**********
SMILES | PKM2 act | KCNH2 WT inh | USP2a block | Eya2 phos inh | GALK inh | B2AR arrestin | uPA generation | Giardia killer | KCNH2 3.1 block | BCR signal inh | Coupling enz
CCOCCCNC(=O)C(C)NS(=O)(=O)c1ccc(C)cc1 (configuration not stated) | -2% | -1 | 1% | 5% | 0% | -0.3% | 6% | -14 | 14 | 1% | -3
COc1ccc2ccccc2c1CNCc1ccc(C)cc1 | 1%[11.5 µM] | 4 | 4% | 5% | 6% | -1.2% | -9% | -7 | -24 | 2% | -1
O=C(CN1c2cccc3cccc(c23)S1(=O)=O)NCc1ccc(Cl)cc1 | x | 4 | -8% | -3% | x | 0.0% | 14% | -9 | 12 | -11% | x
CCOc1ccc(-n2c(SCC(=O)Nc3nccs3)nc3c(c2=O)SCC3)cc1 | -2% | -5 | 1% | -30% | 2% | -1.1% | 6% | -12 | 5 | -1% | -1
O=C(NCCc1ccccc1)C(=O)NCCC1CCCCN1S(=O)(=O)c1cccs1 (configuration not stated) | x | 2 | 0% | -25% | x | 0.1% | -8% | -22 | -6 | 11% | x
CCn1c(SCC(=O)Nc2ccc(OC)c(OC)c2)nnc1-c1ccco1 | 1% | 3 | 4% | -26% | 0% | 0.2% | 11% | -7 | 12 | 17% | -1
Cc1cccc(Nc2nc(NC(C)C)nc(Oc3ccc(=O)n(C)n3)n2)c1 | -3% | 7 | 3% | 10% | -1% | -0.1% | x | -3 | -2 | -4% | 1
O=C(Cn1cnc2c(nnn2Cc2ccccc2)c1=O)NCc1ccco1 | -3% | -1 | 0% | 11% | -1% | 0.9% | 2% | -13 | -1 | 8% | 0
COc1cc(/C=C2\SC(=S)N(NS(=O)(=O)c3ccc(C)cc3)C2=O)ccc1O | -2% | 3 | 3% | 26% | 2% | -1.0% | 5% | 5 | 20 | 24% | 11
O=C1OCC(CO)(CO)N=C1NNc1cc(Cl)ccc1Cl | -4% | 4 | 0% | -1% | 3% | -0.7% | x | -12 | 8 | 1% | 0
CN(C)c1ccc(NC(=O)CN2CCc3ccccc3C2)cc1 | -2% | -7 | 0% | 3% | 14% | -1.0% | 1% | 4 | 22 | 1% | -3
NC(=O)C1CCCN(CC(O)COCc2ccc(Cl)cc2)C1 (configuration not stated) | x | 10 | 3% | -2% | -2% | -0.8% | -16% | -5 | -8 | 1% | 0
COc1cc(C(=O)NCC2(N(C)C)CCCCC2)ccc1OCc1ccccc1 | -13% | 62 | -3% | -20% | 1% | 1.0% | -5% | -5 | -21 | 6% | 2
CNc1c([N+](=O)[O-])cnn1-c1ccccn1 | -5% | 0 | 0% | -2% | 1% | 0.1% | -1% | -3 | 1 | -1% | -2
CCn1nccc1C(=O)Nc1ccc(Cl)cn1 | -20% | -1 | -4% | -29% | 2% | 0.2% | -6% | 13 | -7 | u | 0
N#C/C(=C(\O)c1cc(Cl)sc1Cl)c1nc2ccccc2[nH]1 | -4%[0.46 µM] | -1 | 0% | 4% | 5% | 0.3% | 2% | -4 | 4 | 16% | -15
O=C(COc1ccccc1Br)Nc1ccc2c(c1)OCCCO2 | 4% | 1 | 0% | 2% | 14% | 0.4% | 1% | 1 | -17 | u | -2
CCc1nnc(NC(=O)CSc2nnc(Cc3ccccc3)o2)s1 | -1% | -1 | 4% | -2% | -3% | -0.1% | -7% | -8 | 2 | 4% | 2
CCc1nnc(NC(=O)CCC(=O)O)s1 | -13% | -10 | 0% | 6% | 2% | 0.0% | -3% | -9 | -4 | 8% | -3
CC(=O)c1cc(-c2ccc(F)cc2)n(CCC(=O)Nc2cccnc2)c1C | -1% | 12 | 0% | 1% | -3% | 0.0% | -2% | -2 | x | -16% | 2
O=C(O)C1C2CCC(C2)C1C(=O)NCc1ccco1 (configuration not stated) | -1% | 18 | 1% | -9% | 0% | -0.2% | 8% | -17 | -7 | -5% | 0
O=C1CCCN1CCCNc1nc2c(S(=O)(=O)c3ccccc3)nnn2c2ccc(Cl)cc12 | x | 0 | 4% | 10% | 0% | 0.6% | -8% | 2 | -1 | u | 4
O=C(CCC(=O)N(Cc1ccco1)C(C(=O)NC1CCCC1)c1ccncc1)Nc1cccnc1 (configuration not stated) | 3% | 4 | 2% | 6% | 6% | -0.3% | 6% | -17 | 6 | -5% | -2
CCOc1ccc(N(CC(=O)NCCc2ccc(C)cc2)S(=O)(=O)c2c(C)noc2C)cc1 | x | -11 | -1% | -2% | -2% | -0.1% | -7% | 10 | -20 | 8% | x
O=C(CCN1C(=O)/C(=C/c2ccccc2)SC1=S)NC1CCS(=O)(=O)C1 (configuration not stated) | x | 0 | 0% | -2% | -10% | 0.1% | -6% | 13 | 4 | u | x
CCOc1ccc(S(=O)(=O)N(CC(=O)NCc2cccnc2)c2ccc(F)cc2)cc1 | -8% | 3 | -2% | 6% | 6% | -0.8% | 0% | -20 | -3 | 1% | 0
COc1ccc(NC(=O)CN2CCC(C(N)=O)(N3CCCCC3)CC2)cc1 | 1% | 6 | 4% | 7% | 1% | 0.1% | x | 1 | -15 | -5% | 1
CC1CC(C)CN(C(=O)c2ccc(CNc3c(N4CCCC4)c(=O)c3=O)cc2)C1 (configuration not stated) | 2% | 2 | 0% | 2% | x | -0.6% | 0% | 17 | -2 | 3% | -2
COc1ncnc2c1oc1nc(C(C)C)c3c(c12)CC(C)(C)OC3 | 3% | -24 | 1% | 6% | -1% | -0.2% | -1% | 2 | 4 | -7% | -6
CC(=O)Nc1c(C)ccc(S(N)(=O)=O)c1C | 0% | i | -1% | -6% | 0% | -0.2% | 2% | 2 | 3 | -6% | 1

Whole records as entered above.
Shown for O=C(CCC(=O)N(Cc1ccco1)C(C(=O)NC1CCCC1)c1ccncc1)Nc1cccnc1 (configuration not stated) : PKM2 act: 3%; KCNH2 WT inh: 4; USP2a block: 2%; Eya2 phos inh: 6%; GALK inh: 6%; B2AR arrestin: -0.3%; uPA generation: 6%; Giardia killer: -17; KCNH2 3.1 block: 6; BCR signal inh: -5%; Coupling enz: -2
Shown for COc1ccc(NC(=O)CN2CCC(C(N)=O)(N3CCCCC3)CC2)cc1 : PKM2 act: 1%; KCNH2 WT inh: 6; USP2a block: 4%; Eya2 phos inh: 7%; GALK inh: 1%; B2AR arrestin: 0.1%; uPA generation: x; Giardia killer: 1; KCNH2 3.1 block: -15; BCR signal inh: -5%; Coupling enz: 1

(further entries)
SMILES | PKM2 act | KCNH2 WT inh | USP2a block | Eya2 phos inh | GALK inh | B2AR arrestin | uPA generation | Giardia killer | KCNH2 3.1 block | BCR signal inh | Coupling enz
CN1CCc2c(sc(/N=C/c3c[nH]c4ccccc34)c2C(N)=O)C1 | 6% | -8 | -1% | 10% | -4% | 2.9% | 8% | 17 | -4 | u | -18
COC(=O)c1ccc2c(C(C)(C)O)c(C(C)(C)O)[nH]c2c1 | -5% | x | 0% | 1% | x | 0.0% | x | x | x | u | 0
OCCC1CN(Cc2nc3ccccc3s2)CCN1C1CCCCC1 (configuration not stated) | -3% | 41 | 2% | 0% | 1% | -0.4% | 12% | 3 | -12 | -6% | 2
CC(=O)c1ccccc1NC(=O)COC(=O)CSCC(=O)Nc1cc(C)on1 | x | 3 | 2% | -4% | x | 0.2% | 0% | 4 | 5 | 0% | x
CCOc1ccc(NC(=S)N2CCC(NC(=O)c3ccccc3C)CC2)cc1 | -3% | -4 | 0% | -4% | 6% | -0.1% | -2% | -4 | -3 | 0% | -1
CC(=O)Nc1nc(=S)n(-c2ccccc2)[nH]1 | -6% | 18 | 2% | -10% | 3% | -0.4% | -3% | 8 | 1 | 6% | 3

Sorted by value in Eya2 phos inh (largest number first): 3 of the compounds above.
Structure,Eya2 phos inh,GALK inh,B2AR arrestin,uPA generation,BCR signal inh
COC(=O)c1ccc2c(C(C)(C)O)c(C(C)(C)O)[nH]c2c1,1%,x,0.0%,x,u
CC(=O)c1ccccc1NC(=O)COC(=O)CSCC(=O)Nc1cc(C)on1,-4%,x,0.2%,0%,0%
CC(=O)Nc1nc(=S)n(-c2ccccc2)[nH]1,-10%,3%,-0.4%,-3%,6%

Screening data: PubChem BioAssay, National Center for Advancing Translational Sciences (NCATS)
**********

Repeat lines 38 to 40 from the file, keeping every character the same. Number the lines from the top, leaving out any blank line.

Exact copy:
COC(=O)c1ccc2c(C(C)(C)O)c(C(C)(C)O)[nH]c2c1 | -5% | x | 0% | 1% | x | 0.0% | x | x | x | u | 0
OCCC1CN(Cc2nc3ccccc3s2)CCN1C1CCCCC1 (configuration not stated) | -3% | 41 | 2% | 0% | 1% | -0.4% | 12% | 3 | -12 | -6% | 2
CC(=O)c1ccccc1NC(=O)COC(=O)CSCC(=O)Nc1cc(C)on1 | x | 3 | 2% | -4% | x | 0.2% | 0% | 4 | 5 | 0% | x